How Yahoo Could Make Up for Its Decision to Sell Flickr Users’ Photos

Yahoo CEO Marissa Mayer speaks during an announcement that Yahoo acquired the Tumblr blogging site in order to upgrade its Flickr site, in New York, May 20, 2013.  

Photo by EMMANUEL DUNAND/AFP/Getty Images

Every day, millions of people post their thoughts and pictures on Facebook and its Instagram subsidiary. Millions more post on Twitter, and Pinterest, and upload videos on YouTube—all participating in a modern ritual that enriches these third-party platforms while providing, in most cases, a satisfying experience to the uploaders. Apart from a few superstars who have special arrangements with these services, the contributors don’t get a cut.

But when Flickr, the photo sharing service owned by Yahoo, decided to start selling pictures its users had uploaded—photos licensed by their creators for royalty-free commercial reuse—there was a sense that Yahoo had crossed some kind of line.

It’s a somewhat complicated situation, but it highlights a longstanding unease in this arena. Are we getting a fair trade for what we so willingly give to these giant companies? Most people would say yes, but the digital world includes an evolving marketplace that has a long way to go before it reaches equilibrium.

The Flickr case looks from here like mostly good intentions run awry. Flickr has picked images from its vast photo library and plans to monetize them by reselling “custom wall art”—excellent prints mounted on premium paper or canvas. Some photographers, selected by Flickr, will share revenues. So far, so good.

What’s not so good: Many Flickr users who uploaded using a “Creative Commons” license—a copyright method that reserves only some rights, not all rights—won’t get a dime when their pictures are sold. Yahoo is reselling photos the users uploaded under a license often abbreviated as CC-BY (here’s a link to the latest version), which permits reuse as long as credit is given to the original artist. Yahoo has every legal right to do this. Still, it clearly rankles some people, though when the Wall Street Journal contacted 14 Flickr users whose work was included in the new offering, eight said it was fine with them.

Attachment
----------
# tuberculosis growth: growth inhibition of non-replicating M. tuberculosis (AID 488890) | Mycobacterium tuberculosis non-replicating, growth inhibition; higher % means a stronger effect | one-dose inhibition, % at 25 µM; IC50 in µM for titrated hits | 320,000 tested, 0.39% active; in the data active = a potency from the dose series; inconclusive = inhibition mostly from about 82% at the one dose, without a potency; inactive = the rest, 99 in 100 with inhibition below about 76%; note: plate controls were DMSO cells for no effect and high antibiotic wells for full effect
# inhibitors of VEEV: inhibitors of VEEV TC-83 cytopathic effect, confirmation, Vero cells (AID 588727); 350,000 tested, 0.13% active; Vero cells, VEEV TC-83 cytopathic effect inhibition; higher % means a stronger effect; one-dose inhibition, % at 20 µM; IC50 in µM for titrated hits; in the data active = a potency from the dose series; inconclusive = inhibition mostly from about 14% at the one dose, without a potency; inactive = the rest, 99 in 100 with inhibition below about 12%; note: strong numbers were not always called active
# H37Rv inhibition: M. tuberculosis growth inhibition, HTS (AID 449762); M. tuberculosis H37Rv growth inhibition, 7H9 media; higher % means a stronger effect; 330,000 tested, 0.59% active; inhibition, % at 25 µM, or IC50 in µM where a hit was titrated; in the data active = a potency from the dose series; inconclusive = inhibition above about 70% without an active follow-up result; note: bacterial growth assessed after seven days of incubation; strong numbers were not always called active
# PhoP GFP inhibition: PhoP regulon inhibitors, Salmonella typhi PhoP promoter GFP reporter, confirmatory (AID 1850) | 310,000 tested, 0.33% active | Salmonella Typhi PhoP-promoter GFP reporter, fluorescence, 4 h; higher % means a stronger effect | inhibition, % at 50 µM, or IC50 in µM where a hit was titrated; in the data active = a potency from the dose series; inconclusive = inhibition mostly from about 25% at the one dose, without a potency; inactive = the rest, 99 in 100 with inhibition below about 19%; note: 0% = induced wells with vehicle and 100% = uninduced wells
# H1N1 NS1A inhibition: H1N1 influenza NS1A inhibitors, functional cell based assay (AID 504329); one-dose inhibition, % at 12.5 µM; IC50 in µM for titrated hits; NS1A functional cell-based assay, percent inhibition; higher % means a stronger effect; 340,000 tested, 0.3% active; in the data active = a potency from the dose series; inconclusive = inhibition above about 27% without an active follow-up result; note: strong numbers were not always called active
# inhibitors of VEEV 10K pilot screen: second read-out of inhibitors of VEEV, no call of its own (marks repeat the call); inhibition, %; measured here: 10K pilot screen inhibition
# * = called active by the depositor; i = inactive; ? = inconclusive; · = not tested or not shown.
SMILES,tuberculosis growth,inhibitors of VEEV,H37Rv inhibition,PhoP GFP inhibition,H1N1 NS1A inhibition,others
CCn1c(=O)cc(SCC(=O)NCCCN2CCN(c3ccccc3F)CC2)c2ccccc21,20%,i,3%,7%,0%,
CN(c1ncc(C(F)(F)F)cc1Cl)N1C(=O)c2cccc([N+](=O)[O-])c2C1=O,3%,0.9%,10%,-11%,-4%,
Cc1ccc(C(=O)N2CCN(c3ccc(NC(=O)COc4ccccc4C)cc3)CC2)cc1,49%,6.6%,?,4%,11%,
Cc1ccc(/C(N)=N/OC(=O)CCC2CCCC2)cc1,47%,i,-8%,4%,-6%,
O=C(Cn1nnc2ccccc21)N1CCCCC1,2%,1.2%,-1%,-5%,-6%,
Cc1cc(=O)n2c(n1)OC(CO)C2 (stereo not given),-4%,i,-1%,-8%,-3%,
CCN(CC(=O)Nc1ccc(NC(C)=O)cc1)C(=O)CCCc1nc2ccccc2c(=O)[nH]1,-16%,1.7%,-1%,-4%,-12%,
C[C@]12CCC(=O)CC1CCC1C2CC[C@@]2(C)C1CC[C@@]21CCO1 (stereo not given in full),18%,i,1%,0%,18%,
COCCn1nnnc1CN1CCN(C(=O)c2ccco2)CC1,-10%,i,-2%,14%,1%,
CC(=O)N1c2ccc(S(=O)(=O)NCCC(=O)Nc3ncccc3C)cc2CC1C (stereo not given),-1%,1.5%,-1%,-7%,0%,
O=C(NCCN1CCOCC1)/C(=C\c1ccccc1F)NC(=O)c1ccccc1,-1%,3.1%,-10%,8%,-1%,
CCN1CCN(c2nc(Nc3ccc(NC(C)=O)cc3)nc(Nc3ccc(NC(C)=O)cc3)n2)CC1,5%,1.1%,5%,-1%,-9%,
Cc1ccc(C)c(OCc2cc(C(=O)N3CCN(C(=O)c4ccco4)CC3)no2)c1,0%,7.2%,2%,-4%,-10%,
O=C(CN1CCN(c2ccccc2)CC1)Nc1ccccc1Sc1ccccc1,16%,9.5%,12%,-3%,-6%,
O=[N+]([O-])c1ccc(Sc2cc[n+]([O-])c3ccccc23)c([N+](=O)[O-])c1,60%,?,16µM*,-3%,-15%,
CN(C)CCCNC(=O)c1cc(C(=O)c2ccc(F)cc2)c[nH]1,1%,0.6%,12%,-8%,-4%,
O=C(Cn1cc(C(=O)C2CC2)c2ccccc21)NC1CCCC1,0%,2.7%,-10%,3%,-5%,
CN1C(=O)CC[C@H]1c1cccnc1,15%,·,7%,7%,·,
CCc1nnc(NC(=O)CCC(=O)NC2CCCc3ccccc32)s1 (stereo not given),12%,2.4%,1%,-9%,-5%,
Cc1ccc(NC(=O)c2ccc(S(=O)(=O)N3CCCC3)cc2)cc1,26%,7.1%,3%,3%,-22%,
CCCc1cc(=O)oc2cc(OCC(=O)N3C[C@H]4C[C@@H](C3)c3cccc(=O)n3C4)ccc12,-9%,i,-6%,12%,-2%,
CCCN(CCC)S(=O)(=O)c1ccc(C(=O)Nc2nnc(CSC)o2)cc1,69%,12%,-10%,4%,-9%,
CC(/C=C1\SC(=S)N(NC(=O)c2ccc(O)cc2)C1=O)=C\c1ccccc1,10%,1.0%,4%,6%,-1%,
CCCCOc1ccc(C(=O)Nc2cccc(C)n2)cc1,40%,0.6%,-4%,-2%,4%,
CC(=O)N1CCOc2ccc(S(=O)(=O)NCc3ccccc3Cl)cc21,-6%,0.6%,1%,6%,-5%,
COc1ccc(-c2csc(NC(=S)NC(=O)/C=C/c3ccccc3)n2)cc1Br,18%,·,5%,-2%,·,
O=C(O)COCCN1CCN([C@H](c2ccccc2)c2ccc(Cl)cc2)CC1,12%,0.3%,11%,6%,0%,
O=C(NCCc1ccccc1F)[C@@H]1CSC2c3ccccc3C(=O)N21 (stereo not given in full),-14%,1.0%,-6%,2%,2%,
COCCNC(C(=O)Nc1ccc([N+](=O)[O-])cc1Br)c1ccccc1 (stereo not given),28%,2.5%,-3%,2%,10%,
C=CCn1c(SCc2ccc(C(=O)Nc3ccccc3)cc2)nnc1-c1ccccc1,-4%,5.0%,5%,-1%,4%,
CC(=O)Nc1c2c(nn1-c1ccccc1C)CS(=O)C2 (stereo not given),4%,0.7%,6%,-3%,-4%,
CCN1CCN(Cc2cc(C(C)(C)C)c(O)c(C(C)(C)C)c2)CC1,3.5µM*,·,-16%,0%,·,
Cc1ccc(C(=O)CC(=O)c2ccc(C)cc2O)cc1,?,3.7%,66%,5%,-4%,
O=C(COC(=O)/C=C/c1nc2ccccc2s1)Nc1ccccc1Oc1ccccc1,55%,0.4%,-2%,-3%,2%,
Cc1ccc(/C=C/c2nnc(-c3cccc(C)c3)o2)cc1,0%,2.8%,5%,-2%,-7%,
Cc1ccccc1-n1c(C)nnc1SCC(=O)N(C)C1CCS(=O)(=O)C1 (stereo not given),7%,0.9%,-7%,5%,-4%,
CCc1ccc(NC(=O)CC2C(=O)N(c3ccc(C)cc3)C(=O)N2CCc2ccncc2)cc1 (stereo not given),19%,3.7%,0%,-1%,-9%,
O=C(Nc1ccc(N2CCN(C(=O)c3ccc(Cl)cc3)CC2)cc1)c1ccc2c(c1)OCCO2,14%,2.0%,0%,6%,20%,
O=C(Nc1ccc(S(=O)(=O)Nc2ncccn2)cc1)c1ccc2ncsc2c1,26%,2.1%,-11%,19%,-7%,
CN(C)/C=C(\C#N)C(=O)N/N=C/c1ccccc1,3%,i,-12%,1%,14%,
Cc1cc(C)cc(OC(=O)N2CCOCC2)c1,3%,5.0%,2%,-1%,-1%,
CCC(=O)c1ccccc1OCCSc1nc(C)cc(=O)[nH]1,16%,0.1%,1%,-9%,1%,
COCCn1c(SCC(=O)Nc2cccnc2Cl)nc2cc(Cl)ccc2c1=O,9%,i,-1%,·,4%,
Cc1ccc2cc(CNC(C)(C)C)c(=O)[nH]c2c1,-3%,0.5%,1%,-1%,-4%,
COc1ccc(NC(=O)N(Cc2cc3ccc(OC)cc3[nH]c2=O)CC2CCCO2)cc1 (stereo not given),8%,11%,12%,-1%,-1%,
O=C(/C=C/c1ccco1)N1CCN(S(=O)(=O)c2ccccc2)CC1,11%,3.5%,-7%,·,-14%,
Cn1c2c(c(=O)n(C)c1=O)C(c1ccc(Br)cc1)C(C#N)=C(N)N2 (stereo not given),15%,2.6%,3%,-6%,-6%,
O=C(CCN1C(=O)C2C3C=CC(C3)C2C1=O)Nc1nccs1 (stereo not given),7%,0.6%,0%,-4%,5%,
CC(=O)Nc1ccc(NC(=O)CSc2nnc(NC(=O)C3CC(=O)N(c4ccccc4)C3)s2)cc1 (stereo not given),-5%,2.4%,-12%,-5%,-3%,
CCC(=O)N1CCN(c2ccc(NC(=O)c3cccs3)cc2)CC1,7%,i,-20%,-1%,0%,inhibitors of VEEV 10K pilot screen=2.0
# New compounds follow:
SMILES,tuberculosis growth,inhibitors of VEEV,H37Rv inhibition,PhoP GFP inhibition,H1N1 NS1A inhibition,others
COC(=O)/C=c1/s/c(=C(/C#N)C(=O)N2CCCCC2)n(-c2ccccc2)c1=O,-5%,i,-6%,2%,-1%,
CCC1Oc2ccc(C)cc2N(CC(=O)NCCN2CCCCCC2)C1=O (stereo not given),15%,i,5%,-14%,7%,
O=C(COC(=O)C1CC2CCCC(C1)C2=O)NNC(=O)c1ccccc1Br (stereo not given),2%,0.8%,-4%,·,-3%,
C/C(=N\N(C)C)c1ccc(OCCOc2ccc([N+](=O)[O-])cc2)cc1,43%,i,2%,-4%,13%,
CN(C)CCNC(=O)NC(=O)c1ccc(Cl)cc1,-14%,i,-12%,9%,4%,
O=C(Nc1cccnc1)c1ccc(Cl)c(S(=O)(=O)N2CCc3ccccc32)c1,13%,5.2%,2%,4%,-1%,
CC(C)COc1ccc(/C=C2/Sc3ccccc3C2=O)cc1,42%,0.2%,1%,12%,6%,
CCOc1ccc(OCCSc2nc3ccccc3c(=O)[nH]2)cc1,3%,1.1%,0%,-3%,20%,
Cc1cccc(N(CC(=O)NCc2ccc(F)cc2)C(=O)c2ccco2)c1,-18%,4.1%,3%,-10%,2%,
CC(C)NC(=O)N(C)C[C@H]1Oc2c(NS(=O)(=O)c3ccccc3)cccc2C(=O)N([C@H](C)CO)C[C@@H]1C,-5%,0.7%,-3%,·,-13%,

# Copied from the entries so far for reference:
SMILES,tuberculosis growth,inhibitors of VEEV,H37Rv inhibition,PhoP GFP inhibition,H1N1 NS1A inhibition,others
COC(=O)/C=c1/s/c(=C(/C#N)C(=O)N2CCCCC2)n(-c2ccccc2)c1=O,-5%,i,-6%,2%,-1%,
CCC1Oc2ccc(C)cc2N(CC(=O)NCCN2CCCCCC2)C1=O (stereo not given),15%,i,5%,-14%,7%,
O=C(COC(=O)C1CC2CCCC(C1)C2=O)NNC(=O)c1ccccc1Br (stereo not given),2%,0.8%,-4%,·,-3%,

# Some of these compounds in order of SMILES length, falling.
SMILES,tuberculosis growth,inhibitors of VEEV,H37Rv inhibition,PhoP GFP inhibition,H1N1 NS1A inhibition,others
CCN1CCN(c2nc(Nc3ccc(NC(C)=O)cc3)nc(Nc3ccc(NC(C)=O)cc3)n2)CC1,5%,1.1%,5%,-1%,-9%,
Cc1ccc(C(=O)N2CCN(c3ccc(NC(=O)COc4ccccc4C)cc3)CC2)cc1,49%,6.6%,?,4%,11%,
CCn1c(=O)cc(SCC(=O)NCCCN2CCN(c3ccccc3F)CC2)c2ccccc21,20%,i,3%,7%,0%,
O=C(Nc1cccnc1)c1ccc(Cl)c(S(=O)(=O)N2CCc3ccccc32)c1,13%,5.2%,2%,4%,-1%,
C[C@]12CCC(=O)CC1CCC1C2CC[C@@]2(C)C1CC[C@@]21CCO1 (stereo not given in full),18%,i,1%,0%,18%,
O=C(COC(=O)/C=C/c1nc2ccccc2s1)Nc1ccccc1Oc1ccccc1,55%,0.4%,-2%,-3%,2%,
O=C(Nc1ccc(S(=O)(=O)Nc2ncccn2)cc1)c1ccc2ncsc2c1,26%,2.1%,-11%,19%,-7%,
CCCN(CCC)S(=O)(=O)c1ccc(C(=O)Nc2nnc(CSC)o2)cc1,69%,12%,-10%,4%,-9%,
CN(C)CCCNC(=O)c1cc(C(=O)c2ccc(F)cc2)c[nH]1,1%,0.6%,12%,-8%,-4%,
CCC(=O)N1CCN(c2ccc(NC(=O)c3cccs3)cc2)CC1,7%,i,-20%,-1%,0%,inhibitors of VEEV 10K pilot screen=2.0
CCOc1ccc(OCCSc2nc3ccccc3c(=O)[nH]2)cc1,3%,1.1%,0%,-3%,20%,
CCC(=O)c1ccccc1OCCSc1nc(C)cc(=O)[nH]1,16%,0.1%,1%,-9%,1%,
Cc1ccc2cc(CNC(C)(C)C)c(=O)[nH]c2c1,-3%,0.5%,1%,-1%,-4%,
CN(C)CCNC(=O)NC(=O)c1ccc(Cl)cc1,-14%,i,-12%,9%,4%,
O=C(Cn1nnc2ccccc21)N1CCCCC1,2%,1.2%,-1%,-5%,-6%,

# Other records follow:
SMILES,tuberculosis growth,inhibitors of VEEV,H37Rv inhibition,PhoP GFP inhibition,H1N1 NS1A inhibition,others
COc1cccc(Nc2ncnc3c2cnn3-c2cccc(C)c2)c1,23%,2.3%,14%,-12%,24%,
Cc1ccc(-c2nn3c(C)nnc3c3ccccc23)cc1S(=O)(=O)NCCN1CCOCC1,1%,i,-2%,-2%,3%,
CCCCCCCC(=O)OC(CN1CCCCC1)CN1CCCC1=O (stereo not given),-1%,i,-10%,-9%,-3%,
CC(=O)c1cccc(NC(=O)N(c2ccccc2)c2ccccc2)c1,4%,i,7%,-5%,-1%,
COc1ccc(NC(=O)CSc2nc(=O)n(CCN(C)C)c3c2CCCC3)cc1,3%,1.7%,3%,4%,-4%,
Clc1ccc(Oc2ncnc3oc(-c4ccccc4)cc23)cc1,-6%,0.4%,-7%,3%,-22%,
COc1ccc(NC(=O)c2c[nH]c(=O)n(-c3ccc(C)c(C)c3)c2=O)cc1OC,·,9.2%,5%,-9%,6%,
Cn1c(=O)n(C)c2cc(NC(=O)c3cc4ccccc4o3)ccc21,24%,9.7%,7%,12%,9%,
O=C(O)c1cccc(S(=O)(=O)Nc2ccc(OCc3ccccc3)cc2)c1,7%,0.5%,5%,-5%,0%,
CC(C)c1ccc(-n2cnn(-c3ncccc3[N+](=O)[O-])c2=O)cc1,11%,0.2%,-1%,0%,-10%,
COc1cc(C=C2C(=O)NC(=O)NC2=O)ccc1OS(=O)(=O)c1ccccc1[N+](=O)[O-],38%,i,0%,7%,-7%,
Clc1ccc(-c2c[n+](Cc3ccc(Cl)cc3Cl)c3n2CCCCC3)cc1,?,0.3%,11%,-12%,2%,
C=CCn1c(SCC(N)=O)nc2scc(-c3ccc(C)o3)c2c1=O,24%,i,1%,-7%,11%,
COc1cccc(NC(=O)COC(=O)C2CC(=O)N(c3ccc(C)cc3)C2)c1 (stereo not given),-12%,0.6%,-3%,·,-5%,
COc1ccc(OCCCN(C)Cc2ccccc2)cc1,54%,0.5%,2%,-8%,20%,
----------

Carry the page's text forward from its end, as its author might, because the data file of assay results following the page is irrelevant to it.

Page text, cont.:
There are a couple of remedies for people who don’t like Flickr’s initiative. One is to remove pictures from the archive, and refrain from posting more. Another, for future uploads, is what I do when I post pictures at Flickr. I use a more restrictive Creative Commons license: CC-BY-NC. This means I’m freely licensing the picture for reuse by anyone, but only for noncommercial purposes. (I do the same with my books and my personal blogging.) So my photos aren’t in Flickr’s for-sale section, not that they’re interesting enough that anyone would want a large print in any event.

Yahoo is being ham-handed here, no question. On a mail list I frequent, Nathan Matias, an MIT Ph.D. student, made one suggestion for how Yahoo could soften the indignation: “invite all purchasers of photographs to send a note of acknowledgment or appreciation to the photographer”—a thank-you note for the generosity demonstrated by donating the work to the public. Gratitude is a key element in the sharing/volunteer economy, as he also notes in a blog post.

I’d go further and say Yahoo should voluntarily share the wealth across the board, unless the photographer declined. Yes, this would add administrative costs. But imagine the goodwill it would generate.

Also imagine the goodwill the Huffington Post would have generated if it had shared just a couple of million dollars from the more than $300 million AOL paid for the site in 2011 with bloggers who’d posted for free and whose work had given the publication its early credibility. There was no legal obligation whatever to do this—the bloggers were told clearly that they weren’t getting paid—but even a relatively small financial nod in their direction would have been seen as a highly ethical move.

Likewise, the people behind the Oculus Rift virtual-reality goggles, who sold the company to Facebook for $2 billion after members of the public crowdfunded the early development, might have offered something more than their hollow thanks to the people who donated via Kickstarter. Equity would have been impractical, and no one who contributes to a project via Kickstarter and other crowdfunding services should be confused about what they’re doing. But it’s hard to blame folks for feeling like they’d been used.

It’s reasonable to have contempt for business models that run along these lines: You do the work, we’ll collect the money, and thank you very much. It’s unreasonable to expect every service to pay every user. But the Flickr mess is an invitation to rethink a lot of things in this digital age, including copyright and sharing and fundamental fairness.

Someday, I hope to see a social service emerge that either is entirely decentralized—where the users quite literally own everything—or limits its financial investors’ returns on the principle that the users are also investors, of time and effort. Given modern norms and laws, I won’t hold my breath on that one.